Homelessness

Marvin Miller

Submitted by Marvin Miller

The Boston Ethical community  has recently been giving its refreshment basket donations to Boston Health Care for the Homeless. We have given our Humanist of the Year award to people involved with providing services for homeless people, dating back to 1983. But why, in 2016, in the richest country in the world, are some people homeless?

Housing is one of the universal human rights in the UN’s Universal Declaration of Human Rights (1948). The right of every family to a decent home is one of the rights that President Franklin Roosevelt said, in his 1944 State of the Union message, that the United States has accepted.

Professor Juliet Schor Accepts 2016 Humanist of the Year Award

Submitted by Fred Hewett

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On April 10, 2016, BEC honored Professor Juliet Schor of Boston College as the 2016 Humanist of the Year.

Professor Schor’s talk, entitled “New Perspectives on Climate Economy” gave an overview of the economic challenges that confront a world beset by climate change.

She called for dramatic changes in our energy usage. “In the global north we need to move quickly to very large emissions reductions, well outside of the range of historic experience”, she said.

The Issue of “Frankenfoods”

Submitted by Peter Denison

The science of genetics has been growing so rapidly that it must be hard for even a scientist in the field to keep up.  Both animal and plant breeders have been modifying various plants and animals for several millennia.  The standard way had been to grow a crop of, say, wheat, and then select the seeds of those which seemed the best in desired qualities.  Gradually the wheat crop would give better wheat, and after a sufficient length of time, the wheat crop would have little resemblance to the original wild wheat.  If there is such a thing as “intelligent design,” this is it.  The fresh fruit we eat often bears little or no resemblance to its wild ancestors.  Break open the pit of a peach and one will find a nut resembling an almond,  but not one which is edible.  All dogs have evolved from one breed of wild wolves, although many fashionable breeds nowadays hardly resemble a wolf.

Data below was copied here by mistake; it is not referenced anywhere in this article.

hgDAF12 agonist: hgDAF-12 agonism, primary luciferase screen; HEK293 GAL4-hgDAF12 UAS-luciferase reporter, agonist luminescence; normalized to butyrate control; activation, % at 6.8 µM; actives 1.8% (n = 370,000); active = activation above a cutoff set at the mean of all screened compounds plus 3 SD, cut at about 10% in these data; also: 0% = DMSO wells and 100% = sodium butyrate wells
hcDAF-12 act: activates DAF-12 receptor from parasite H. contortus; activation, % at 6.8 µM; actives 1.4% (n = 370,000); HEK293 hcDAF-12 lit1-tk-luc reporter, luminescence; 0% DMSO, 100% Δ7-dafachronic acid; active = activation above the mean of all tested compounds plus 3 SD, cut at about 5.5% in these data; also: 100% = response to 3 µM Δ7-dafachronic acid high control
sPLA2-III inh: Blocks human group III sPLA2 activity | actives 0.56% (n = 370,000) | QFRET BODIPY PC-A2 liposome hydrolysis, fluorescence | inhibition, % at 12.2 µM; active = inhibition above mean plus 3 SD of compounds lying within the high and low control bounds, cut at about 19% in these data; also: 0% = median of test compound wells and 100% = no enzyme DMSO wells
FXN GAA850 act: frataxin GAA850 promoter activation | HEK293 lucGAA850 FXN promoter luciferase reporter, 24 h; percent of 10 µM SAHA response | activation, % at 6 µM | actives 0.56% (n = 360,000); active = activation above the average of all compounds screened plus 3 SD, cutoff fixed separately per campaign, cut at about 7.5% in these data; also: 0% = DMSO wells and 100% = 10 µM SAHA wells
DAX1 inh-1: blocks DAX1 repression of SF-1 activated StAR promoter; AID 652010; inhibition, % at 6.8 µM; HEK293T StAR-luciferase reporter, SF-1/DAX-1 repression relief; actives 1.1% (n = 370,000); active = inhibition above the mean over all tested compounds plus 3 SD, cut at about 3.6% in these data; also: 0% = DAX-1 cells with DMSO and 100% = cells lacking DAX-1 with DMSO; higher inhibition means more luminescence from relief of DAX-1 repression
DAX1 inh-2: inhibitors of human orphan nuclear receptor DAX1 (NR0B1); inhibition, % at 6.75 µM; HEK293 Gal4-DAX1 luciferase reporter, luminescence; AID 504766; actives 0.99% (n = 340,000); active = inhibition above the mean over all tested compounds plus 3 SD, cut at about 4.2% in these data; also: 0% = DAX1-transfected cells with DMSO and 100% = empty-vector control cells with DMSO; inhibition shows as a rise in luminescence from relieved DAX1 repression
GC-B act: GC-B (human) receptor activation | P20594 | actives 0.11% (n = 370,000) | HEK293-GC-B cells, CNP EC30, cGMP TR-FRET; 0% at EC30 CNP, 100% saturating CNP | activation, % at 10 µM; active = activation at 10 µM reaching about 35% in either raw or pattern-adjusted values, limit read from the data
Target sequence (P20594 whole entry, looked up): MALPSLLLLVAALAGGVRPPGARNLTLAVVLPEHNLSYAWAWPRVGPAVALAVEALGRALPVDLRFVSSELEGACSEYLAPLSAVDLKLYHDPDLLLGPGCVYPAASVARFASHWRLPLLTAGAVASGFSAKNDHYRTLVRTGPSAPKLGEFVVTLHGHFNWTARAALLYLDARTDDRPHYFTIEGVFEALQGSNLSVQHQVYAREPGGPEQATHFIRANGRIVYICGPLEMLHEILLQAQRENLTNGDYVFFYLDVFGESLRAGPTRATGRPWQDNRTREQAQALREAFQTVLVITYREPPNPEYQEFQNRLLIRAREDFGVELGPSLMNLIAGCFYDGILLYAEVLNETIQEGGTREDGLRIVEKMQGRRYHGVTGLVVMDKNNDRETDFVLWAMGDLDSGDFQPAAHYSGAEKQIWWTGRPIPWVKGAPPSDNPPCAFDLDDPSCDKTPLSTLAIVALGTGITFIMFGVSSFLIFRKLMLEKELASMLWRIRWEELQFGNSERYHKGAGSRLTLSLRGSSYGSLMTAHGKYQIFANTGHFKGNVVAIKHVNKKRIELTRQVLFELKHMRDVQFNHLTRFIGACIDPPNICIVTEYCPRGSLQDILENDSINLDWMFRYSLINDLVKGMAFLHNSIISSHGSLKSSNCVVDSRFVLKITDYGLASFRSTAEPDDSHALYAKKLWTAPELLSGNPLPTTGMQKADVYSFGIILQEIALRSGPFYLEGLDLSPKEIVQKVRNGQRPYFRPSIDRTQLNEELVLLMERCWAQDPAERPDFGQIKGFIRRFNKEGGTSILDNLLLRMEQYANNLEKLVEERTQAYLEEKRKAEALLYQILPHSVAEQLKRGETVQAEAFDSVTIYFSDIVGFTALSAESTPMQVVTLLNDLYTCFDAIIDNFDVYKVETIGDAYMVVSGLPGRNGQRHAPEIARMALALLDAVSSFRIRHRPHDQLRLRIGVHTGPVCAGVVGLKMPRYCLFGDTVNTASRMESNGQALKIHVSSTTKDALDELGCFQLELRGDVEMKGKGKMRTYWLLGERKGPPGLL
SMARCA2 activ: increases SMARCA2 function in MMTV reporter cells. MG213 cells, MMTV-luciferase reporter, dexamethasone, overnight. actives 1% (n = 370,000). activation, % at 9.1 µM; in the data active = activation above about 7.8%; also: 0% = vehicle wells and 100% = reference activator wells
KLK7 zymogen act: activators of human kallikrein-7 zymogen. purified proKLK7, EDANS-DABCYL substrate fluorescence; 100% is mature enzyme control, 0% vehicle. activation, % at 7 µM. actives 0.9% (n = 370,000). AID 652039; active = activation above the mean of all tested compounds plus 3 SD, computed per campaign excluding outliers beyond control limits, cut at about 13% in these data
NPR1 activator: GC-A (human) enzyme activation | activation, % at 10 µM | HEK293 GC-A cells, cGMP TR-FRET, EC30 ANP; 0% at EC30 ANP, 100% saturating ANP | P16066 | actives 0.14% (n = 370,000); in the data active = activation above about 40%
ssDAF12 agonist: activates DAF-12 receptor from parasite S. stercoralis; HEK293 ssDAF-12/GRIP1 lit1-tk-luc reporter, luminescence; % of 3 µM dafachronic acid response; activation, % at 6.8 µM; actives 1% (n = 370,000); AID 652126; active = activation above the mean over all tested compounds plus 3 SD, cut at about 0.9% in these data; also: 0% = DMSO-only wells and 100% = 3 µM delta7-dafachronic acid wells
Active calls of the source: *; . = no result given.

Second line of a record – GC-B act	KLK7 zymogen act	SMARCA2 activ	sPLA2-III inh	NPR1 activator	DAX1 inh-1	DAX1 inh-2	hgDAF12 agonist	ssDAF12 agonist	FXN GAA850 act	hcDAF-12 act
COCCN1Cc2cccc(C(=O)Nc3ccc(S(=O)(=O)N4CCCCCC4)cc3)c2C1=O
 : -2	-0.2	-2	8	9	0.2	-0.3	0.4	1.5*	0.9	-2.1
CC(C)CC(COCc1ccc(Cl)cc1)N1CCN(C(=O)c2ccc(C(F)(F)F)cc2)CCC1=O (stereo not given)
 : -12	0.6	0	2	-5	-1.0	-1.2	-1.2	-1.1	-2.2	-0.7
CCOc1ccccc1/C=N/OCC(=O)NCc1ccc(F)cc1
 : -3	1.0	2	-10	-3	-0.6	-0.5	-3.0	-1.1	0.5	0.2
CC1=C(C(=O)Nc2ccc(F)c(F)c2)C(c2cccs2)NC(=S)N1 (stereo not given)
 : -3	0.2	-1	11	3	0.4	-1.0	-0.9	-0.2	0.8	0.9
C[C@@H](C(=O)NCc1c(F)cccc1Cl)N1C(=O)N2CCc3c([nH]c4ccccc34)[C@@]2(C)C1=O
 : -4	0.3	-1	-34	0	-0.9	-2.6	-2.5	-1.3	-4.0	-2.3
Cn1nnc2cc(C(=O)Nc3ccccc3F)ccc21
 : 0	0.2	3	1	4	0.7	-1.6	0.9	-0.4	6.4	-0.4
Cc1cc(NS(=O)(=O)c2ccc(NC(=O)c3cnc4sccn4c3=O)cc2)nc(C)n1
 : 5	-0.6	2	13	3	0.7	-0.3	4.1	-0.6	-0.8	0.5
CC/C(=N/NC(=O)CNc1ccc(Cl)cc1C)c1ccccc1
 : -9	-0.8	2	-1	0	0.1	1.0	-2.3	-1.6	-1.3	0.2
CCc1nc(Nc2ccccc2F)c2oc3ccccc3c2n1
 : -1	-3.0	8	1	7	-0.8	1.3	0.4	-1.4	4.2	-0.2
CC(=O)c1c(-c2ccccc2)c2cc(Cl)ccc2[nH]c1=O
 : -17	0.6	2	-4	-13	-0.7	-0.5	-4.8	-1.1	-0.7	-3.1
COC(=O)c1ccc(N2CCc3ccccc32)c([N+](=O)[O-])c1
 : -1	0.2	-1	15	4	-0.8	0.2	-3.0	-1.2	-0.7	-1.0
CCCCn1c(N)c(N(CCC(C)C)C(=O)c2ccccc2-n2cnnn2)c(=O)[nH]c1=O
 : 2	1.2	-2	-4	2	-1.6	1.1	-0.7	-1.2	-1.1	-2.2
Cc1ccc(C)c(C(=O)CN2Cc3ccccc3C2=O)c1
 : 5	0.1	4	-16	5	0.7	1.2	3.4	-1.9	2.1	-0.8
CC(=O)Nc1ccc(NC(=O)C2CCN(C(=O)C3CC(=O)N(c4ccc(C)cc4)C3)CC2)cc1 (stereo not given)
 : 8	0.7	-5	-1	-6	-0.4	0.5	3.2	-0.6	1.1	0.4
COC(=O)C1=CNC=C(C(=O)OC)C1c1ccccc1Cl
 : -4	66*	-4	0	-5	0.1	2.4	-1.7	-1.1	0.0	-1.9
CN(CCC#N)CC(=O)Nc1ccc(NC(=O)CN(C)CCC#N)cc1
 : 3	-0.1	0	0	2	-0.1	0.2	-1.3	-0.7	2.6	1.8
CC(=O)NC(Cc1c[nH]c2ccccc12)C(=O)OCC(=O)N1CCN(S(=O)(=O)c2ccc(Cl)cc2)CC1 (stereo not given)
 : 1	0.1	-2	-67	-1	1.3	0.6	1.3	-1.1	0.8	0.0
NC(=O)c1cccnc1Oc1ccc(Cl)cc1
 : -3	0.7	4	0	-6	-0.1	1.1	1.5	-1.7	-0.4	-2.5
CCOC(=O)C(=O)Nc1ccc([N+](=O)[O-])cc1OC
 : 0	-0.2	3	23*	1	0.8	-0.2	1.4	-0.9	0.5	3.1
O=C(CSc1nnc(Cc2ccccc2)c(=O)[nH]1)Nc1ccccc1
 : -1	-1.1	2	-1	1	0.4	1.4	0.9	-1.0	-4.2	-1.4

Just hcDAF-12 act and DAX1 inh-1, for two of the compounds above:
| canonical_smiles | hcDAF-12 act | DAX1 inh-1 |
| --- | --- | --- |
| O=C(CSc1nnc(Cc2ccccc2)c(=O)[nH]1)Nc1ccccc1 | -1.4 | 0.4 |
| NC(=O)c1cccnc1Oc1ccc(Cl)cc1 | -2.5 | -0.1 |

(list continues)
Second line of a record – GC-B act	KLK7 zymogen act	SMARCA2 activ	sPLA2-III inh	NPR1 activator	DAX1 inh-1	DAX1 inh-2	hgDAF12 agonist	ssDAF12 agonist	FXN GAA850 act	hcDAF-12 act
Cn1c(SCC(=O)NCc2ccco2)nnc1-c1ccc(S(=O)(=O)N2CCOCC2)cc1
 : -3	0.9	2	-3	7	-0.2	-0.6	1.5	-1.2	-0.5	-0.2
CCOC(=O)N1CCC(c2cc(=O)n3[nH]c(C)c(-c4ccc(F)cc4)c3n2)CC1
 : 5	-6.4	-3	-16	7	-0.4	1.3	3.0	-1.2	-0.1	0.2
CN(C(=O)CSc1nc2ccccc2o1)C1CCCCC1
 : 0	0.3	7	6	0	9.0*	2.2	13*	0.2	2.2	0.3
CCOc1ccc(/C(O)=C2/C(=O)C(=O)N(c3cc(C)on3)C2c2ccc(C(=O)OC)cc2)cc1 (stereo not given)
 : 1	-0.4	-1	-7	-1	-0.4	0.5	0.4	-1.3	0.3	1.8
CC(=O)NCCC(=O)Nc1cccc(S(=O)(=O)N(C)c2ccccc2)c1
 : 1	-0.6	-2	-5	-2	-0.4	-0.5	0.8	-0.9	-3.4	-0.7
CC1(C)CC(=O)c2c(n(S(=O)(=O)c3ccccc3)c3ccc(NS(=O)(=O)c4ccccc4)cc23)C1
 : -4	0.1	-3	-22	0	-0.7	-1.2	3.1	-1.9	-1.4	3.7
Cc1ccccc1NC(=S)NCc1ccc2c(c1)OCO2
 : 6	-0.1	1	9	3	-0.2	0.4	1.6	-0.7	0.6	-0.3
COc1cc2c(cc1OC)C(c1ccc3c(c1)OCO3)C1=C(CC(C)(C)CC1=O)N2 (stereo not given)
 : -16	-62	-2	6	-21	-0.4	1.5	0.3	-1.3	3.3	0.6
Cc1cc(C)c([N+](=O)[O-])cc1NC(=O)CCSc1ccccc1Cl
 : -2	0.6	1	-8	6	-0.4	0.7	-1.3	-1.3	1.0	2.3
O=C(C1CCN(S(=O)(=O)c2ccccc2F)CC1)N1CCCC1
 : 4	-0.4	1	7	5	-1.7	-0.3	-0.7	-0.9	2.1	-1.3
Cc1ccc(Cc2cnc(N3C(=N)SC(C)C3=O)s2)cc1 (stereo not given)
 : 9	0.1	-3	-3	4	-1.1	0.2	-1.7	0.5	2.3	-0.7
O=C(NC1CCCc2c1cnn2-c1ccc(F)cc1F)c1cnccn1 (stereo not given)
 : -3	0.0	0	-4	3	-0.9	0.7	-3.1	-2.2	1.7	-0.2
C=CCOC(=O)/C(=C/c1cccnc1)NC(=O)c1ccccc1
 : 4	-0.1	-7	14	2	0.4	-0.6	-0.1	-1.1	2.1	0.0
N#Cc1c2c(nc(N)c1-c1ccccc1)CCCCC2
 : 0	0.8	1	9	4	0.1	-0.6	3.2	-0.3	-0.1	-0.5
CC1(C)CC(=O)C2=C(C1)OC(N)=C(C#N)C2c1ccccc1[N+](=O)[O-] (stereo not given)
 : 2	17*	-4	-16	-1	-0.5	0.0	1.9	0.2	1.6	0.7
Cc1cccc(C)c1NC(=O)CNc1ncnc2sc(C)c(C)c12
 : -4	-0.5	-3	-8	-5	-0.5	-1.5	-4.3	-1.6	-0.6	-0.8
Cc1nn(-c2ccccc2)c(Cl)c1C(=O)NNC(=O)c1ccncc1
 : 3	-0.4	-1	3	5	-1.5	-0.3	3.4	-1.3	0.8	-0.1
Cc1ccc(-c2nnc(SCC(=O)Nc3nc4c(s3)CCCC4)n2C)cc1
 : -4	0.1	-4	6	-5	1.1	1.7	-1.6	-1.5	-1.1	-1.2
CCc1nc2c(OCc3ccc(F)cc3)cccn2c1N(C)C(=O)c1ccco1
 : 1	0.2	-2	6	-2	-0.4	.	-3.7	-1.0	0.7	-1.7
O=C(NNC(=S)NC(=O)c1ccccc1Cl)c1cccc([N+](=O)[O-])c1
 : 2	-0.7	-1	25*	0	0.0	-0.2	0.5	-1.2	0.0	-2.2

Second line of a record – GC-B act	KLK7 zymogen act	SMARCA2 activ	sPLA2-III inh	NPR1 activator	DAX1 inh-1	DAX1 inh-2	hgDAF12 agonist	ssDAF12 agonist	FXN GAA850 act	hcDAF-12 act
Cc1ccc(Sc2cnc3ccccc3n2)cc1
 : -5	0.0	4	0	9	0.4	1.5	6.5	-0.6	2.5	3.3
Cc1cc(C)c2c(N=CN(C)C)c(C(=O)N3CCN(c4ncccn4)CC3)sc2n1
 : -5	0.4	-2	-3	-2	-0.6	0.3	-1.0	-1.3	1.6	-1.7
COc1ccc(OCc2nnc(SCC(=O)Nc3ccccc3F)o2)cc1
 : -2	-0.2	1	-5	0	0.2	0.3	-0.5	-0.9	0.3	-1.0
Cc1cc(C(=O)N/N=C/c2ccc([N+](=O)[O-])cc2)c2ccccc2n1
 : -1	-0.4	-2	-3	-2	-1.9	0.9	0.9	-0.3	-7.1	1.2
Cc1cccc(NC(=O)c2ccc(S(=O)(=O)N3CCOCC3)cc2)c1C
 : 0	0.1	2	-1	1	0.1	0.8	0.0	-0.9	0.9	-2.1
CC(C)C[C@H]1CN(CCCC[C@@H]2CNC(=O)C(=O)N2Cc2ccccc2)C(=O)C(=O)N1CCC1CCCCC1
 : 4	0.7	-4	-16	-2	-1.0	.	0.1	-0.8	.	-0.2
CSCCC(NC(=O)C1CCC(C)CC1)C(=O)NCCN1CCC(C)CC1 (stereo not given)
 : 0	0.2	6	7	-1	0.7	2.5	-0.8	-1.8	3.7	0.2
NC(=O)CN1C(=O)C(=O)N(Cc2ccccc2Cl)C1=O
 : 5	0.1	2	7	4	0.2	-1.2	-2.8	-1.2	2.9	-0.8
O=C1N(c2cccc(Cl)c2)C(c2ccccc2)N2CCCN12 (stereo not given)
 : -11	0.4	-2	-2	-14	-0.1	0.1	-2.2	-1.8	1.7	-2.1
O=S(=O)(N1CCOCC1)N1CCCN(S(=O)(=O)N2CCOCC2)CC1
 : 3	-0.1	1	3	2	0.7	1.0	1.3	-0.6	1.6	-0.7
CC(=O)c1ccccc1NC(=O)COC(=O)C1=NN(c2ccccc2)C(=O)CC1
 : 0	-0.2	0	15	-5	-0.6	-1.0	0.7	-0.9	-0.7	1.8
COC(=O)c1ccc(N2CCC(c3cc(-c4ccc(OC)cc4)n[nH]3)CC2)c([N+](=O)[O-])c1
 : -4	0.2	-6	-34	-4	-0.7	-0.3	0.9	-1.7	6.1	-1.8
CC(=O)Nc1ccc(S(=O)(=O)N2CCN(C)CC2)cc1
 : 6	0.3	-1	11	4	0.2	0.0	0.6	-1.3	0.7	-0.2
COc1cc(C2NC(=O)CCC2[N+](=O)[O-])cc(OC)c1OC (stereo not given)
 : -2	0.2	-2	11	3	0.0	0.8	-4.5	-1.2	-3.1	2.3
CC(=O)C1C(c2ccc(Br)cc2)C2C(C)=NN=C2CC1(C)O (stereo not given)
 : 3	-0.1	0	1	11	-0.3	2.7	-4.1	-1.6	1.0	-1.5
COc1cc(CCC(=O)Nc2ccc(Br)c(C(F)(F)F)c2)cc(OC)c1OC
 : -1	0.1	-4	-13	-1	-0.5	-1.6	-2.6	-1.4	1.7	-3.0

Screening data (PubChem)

Member Honored for Volunteer Service

Terry Goldzier, treasurer and longtime member of the Boston Ethical Community, was honored on April 17, 2016 by the Massachusetts Association for the Blind and Visually Impaired.

Terry was given the Jane Falk Award for Volunteerism for 27 years of service.

Since 1989, Terry has been assisting a visually impaired person with her grocery shopping on alternate weeks.

Terry has been involved in many, many volunteer activities since high school and thinks it is an important thing to do —  “pay it forward”.

“It’s nothing extraordinary.”, Terry says. “People need to help each other if they can. In an ethical community, volunteering is part of one’s life”.

Double Standards

Submitted by Marvin Miller

Marvin MillerThe phrase “double standard” is used to describe having different ethical attitudes toward similar kinds of activity depending on who does the activity.